• Peeling paint is a warning sign on the outside that the home may not have been properly maintained, and if it’s on the inside look for water, mold, and other signs of unexpected issues. Interiors typically do not peel.. unless there is moisture (water) involved.
  • Giant trees which may be appealing to a buyer for purposes of shade, and should be evaluated based on their locate and appeal. Getting one tree trimmed can set you back a few dollars, but a ton of trees gets expensive fast.
  • Roof that has waves in it. It looks like a roof, but its just about to call it a day. The average roof in Los Angeles is at least $6,000 to $10,000 dollars and that is for a no frills version ( no tile, no extra ply wood, 15 year life roof 1600 sq ft.) Prices vary and go up and up. It can get expensive.
  • Look for asbestos products underneath the flooring or hidden in closets. You may find the deep dark secrets of a home by looking it’s closets. Especially if the home was built before 1987. The cost of having asbestos removed from a home can be much more than expected, and with all the new lead based paint laws and more.. if you think it’s going to be easy to may not be smiling when the contractor hands you his estimate.
  • Your home has tons of walls and there is no way to remove them without huge expenses. Some homes are easy to remodel, others are not. Plumbing is challenging and costly to move in a concrete foundation; wall removal can be extremely expensive as well. If your neighbor’s home sold for $$$ and yours isn’t it could be because the neighbor spent a fortune remodeling. In Los Angeles there are homes that have been rebuilt from the ground up and they go for a premium price. Don’t be surprised if you don’t get the same price for your home if its old and outdated.
  • Muddy ground can be a sign of a drainage issue. This is usually fixable but can cost $ for drainage. Sometimes it's not fixable if a patio has been installed wrong, it can be replaced but the cost just went form under $1000.00 to way more than $1000.00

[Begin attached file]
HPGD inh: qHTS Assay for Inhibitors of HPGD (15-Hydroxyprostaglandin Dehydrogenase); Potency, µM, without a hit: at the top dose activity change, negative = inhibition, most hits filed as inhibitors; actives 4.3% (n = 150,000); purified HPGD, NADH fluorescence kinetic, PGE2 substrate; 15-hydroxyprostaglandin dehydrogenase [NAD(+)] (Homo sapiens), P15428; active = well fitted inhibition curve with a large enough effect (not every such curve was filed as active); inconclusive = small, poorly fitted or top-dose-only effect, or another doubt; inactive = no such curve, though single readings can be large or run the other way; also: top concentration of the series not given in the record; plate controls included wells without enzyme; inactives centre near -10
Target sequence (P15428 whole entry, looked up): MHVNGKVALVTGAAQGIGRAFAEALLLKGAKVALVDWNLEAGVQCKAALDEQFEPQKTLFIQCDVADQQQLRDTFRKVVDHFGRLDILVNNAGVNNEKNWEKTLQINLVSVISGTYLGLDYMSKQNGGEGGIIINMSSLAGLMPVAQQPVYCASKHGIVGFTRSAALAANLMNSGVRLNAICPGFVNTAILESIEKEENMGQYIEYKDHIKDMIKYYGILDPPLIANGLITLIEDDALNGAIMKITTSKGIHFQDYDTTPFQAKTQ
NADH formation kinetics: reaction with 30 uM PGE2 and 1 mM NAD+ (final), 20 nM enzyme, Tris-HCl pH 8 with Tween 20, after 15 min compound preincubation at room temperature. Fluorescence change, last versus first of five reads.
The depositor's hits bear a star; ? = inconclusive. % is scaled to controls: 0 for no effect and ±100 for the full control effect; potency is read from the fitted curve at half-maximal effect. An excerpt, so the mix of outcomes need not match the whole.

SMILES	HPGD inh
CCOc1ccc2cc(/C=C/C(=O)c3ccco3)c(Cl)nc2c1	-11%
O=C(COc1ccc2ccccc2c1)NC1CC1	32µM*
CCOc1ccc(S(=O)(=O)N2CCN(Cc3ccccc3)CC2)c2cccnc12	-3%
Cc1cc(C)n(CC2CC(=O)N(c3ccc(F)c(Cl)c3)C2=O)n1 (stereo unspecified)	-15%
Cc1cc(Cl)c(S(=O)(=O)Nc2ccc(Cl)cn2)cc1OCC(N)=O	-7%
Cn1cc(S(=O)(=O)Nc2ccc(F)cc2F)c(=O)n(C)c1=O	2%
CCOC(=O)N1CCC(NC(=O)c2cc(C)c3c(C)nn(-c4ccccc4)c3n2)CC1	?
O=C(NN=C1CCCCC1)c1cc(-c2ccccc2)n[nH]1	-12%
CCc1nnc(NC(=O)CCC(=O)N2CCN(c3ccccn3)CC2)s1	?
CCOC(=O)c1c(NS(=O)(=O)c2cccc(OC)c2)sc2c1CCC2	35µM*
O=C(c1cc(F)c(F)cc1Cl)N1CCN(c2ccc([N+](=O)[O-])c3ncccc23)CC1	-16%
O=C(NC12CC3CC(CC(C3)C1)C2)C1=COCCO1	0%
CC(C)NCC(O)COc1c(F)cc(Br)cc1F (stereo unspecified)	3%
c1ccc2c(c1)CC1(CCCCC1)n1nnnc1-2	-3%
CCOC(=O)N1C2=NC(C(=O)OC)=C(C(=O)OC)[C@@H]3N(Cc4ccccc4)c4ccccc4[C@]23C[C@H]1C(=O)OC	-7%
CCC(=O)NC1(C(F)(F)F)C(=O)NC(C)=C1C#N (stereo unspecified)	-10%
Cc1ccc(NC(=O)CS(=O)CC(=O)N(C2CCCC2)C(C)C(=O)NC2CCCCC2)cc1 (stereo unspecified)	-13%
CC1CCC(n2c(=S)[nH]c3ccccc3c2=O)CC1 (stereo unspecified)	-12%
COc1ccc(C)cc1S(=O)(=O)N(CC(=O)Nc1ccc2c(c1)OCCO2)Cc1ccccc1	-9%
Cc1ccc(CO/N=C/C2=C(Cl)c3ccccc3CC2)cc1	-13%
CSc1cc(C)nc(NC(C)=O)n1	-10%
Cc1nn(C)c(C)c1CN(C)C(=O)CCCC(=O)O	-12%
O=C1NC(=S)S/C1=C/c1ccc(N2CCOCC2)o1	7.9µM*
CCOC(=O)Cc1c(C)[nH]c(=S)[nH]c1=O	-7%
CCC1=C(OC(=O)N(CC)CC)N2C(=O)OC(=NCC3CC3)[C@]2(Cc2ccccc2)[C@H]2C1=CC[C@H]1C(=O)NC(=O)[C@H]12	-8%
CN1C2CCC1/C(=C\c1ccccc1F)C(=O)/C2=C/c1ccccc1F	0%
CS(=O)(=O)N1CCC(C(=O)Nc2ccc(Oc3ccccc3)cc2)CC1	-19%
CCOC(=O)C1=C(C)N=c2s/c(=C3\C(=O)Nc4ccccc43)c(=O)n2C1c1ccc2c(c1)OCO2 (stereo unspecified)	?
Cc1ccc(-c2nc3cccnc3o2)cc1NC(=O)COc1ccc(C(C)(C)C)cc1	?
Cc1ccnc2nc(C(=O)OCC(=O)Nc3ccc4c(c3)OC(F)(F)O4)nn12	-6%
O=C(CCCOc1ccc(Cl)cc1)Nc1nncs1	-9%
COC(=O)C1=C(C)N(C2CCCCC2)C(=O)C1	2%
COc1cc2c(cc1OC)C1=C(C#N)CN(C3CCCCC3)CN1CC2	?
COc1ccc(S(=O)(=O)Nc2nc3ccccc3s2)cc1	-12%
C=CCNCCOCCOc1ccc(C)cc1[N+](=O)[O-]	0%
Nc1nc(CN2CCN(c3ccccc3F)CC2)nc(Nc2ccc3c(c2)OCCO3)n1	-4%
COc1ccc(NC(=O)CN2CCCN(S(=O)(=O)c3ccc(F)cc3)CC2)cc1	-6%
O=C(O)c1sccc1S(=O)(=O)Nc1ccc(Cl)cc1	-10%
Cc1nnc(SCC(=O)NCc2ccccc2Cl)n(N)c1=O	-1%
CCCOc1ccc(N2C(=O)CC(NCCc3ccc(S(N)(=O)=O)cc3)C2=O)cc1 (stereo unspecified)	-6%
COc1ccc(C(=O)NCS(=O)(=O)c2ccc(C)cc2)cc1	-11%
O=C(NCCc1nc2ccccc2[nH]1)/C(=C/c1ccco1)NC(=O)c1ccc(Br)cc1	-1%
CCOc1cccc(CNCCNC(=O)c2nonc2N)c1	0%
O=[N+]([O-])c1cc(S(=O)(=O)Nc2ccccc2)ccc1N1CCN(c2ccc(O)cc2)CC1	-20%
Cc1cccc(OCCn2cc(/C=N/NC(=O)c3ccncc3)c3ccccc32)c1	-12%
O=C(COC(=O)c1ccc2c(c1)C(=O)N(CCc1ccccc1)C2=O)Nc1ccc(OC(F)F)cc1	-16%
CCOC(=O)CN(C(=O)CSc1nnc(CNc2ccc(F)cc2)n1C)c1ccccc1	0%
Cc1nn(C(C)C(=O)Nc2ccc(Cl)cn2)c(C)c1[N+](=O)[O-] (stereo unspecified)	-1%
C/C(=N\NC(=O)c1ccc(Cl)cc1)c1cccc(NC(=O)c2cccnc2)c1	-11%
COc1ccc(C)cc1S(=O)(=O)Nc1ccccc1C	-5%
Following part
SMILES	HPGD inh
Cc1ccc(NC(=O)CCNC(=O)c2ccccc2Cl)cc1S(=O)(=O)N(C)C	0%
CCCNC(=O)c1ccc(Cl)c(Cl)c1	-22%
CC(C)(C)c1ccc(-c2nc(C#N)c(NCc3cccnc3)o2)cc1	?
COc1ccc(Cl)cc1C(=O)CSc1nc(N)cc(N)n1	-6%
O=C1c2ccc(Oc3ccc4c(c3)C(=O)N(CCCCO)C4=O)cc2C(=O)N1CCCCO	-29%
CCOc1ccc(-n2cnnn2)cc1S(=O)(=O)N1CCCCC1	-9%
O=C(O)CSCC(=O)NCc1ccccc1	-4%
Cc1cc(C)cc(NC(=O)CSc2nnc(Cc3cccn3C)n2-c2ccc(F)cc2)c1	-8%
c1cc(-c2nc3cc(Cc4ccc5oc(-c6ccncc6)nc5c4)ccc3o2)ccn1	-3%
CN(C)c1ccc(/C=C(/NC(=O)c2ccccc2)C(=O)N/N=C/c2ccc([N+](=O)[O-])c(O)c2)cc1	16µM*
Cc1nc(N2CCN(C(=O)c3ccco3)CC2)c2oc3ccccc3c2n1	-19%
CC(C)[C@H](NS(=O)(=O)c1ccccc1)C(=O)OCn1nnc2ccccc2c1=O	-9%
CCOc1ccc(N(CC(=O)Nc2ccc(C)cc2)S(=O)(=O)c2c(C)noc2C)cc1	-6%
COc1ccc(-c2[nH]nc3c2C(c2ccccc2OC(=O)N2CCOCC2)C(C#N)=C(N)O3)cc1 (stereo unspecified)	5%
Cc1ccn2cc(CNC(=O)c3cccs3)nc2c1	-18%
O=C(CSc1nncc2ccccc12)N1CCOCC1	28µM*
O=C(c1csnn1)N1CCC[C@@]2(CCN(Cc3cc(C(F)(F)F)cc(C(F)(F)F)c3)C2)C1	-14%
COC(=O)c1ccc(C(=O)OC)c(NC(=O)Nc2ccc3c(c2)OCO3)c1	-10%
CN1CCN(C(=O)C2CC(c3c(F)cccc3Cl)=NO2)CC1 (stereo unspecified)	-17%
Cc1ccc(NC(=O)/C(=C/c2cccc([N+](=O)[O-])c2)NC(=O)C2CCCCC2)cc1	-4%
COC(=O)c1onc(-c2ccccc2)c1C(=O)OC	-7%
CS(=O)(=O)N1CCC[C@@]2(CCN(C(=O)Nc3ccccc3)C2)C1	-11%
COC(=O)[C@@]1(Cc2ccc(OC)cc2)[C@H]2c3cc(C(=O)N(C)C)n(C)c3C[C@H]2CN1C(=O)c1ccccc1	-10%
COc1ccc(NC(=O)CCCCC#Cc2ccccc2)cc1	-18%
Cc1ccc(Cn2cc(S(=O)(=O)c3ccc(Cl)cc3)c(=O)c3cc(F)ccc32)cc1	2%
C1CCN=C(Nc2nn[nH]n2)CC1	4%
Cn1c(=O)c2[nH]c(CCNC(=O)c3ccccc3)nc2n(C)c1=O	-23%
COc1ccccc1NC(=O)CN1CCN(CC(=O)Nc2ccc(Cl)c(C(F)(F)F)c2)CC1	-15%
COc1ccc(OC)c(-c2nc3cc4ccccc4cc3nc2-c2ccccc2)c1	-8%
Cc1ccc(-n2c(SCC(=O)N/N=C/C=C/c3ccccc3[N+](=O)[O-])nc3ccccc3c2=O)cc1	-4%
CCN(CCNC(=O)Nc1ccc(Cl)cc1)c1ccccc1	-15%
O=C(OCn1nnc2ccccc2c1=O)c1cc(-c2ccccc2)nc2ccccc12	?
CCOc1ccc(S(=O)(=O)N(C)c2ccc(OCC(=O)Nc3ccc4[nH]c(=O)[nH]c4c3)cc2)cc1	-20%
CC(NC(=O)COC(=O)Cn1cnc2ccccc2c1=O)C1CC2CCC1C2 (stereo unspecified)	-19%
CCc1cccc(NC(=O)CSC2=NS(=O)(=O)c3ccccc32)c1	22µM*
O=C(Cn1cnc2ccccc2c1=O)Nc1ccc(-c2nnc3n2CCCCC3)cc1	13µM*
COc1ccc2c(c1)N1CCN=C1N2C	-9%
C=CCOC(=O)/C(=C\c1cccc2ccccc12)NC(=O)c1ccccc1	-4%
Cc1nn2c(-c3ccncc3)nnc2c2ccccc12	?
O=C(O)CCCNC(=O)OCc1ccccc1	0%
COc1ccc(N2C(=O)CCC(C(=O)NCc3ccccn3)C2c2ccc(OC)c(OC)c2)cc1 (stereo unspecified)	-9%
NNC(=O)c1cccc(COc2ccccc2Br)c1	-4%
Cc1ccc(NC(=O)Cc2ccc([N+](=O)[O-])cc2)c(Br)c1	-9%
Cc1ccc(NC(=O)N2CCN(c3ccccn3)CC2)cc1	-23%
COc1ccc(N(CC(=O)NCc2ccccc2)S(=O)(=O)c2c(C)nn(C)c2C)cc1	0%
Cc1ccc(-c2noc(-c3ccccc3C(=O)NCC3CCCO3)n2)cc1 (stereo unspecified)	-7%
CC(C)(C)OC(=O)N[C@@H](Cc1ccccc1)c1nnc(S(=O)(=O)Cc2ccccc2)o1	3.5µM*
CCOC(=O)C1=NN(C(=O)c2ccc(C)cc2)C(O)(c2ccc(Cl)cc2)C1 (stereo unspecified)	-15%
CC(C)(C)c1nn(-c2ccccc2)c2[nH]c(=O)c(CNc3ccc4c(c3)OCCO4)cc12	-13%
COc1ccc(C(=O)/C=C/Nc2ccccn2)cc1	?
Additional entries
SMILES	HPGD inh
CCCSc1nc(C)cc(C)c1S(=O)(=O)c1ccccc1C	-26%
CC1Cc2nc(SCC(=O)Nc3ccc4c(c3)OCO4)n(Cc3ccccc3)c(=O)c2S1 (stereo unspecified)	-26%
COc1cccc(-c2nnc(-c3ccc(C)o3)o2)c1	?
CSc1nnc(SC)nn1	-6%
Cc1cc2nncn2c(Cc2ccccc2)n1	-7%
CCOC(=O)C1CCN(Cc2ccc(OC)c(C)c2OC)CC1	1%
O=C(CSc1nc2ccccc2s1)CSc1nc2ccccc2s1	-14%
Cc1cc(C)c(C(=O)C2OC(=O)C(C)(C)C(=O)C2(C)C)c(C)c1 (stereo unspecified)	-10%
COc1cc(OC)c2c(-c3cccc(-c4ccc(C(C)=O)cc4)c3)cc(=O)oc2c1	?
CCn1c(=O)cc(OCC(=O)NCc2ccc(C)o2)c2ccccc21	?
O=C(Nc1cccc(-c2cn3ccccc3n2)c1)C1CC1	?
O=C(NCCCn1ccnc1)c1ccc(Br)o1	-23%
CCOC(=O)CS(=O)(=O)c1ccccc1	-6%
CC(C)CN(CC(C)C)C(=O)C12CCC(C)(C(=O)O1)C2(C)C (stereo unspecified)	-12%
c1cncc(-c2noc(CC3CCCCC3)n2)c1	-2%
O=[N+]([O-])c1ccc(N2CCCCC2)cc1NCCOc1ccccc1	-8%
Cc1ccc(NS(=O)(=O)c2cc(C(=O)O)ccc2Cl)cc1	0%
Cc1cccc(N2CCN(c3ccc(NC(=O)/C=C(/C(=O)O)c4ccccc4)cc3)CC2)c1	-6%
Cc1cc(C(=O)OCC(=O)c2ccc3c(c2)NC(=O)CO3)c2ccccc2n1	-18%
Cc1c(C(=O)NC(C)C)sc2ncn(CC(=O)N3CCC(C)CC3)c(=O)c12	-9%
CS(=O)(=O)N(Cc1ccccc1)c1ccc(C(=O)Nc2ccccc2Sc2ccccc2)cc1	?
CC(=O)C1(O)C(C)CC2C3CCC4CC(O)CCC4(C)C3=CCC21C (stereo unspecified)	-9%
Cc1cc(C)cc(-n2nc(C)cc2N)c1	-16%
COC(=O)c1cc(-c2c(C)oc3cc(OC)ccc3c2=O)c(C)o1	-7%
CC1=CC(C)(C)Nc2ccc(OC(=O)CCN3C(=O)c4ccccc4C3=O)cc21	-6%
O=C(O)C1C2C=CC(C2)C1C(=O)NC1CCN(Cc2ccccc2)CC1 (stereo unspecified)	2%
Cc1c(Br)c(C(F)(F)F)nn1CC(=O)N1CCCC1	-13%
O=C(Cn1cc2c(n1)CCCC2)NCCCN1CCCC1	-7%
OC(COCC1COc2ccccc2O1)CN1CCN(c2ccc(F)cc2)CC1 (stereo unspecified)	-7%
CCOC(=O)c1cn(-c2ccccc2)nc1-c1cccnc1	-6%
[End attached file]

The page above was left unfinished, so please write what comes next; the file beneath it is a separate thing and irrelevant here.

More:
• A gushy spot in the ground under a laminate floor. This can be a sign of a cracked drain line in a home especially if it's when the drains come together in the living room.   There may be mold, and all types of stuff under the floor.  Please take it seriously. The cost to repair get extremely expensive.  You may have to replace flooring, molding, paint, and deal with mold.   All those repairs can add up.  

If you are the seller and see any of the above items these maybe the reason you’re not obtaining the price you’ve listed your home for. These are all items a professional appraiser will notice when valuing a home and a buyer may too.


Take note, and review your home for more than dust, and you will be a successful home seller who experiences less frustration with the repairs requests process when you get into a sale contract And, if you are a buyer take note before you buy a home. You will be much happier when the bills to live in the home don’t become the only thing you think about. 

For any questions regarding residential home values be sure to vislt www.  I'm Pamela Evans, Certified Residential Appraiser, License No. 3002198.  I work predominantly in Ventura County and Los Angeles County.